So if you’ve read my previous post you will know that we are staying at the Old Tredegar, there is a group of 8 of us, and we are all travelling around in a VW Transporter Shuttle in Silver (did I mention the colour?).
Nicky did a sterling job of looking after us all for breakfast on Sunday morning and then we all headed back to our rooms to kit up for the journey to the industrial estate where ORS are based. Longest bit for me (as expected and in order of duration) was 1. Removing the visor from the Enduro (was going to use goggles) 2. Putting in the contact lenses. 3. Putting on the Tech 3s.
Actually the Alpinestars Tech 3s are quite easy to put on but the long part is getting the adjustment of the closures correct. There is a large Velcro flap which folds over and can get a little crossed up if you do it wrong. The buckles have some rotational movement but it is better to get everything straight so that the buckles go in. The buckles close reasonably easily apart from the inevitable one or two which don’t play ball – experience over the weekend led me to believe that the buckles have to be flat to click in properly. If they are slightly indented then they don’t line up properly and won’t click shut.
Then a double check to make sure I had everything I would need – gloves and helmet kit wise, driving license for signing in. And then stomped off on the nice new and clean carpet to get in the van. The route to the industrial estate is reasonably short but twisty – Ystradgynlais is pretty flat in the middle but go a mile in any direction and it basically follows a series of steep river valleys with inevitable changes in elevation and twist and turns. In fact at the back door of the Old Tredegar is a river, not something you appreciate properly on Google Street View.
As we turned the sweeping corner in the Industrial estate all the bikes where there waiting. In a long row out on to the road, grouped according to type and all nice and clean after the wash they had had the previous day. And nearest to their unit was the row of R1200GS bikes – the brand new model, so new in fact that it had been the previous model that David had had a shot on on the first Level One Motorrad group the previous October. One of those was going to be my ride for the next two days.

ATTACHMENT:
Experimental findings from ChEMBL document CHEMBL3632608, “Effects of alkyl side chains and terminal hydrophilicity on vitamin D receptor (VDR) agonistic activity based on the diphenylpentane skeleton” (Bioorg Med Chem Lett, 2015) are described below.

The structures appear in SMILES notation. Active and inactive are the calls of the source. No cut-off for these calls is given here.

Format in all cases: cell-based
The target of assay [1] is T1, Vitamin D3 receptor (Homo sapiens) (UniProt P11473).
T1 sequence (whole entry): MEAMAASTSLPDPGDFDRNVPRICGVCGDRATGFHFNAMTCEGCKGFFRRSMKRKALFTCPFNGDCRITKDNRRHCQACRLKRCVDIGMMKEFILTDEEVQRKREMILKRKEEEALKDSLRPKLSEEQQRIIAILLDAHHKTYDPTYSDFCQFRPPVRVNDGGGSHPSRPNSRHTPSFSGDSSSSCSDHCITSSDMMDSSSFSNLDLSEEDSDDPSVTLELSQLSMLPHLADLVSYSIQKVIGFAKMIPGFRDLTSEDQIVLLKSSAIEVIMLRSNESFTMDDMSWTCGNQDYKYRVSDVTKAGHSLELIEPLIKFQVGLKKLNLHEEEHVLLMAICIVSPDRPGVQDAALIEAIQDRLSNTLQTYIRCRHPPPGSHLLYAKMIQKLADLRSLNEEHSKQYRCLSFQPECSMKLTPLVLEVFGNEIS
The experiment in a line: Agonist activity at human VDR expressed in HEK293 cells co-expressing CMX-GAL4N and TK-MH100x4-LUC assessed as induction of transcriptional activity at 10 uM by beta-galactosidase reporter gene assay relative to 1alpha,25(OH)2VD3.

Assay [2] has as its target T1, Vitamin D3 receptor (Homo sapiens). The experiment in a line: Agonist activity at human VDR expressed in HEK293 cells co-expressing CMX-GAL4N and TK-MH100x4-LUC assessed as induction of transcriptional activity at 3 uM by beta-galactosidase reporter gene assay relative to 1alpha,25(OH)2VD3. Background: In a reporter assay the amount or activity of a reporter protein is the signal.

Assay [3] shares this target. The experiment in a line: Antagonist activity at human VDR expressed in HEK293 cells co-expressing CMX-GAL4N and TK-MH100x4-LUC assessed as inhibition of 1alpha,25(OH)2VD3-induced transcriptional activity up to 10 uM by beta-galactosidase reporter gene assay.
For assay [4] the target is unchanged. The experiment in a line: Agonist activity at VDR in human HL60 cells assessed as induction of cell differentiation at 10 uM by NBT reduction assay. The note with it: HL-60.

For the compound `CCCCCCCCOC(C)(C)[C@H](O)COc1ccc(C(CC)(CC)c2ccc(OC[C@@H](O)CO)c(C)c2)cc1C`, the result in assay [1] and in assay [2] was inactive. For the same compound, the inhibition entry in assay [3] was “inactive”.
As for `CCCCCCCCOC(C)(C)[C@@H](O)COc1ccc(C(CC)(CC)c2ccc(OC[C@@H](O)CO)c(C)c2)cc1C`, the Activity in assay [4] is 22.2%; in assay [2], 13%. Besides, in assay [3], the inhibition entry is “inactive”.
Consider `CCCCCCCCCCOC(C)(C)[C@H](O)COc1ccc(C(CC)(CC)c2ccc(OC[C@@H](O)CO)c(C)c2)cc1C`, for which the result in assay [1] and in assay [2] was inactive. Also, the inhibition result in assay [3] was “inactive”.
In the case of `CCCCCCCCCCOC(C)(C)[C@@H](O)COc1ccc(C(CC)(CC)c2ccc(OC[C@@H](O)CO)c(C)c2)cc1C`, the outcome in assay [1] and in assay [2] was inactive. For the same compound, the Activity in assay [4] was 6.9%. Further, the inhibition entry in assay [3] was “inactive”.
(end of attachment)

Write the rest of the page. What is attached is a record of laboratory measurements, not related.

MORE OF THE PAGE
First stage was signing on – usual disclaimer forms etc., it was good to see some familiar faces from Knockhill – Simon Pavey was kicking around, as was Kevin Hammond who was helping check forms etc. Linley Pavey was also around – my wife got to know Linley a little at Knockhill as she sat with the ORS team while I was down a muddy hill falling off a few times.
I got handed a key to one of the new R1200GS bikes – this was to be the first time I would ride the new bike ever, and it would be on semi-knobblies and mainly off road. Some introduction! I hunted around for my bike but couldn’t find it. All of the bikes are numbered at ORS with the numbers in big letters on their screens but there were a couple of R1200 bikes missing screens – so David rightly did the sensible thing –try the key in the bike to see if it switches on. Right enough, I was on the screen less bike.
So we were gathered together got a wee speech and a quick explanation that filming was not allowed due to the site owners rules (and concerns) – follow to the petrol station and then form and fill up. And then up to the famous Walters Arena – ok famous to someone who scours magazines, YouTube and watched Long Way Round a few times. So it was goggles on, and ride along on the bike with the low seat. As usual I had no feel for the gear change in my motocross boots, but the space was decent on the big GS and I could hook my foot under the lever – rather than sweeping the side like I have had to do on smaller bikes like the G650 or the KTMs I had ridden a few years previously. As the roads were damp we took it pretty easy – on the way at least.
It was an interesting experience already – there must have been about 10 of each type of bike, so with R1200GS, F800GS, G650GS (or was it F700 ?) and enduro Husqvarna bikes, plus instructors on their R1200GS Adventures there was a lot of bikes at the petrol station. All good stuff. Then it was a fair ride up and out of town to get to the entrance we would use to the Arena. A bit of Google map work after the visit shows how big the area is and how many entrances lead in, thankfully with a big group I didn’t need to wait on the big gate getting opened.
Then it was on to an old road with potholes – and already some of the other participants were up on the pegs. It had been a couple of years since I had ridden off road and on an unfamiliar bike I stuck to sitting down – this would change quite quickly, all of the riding we would end up doing would be standing up.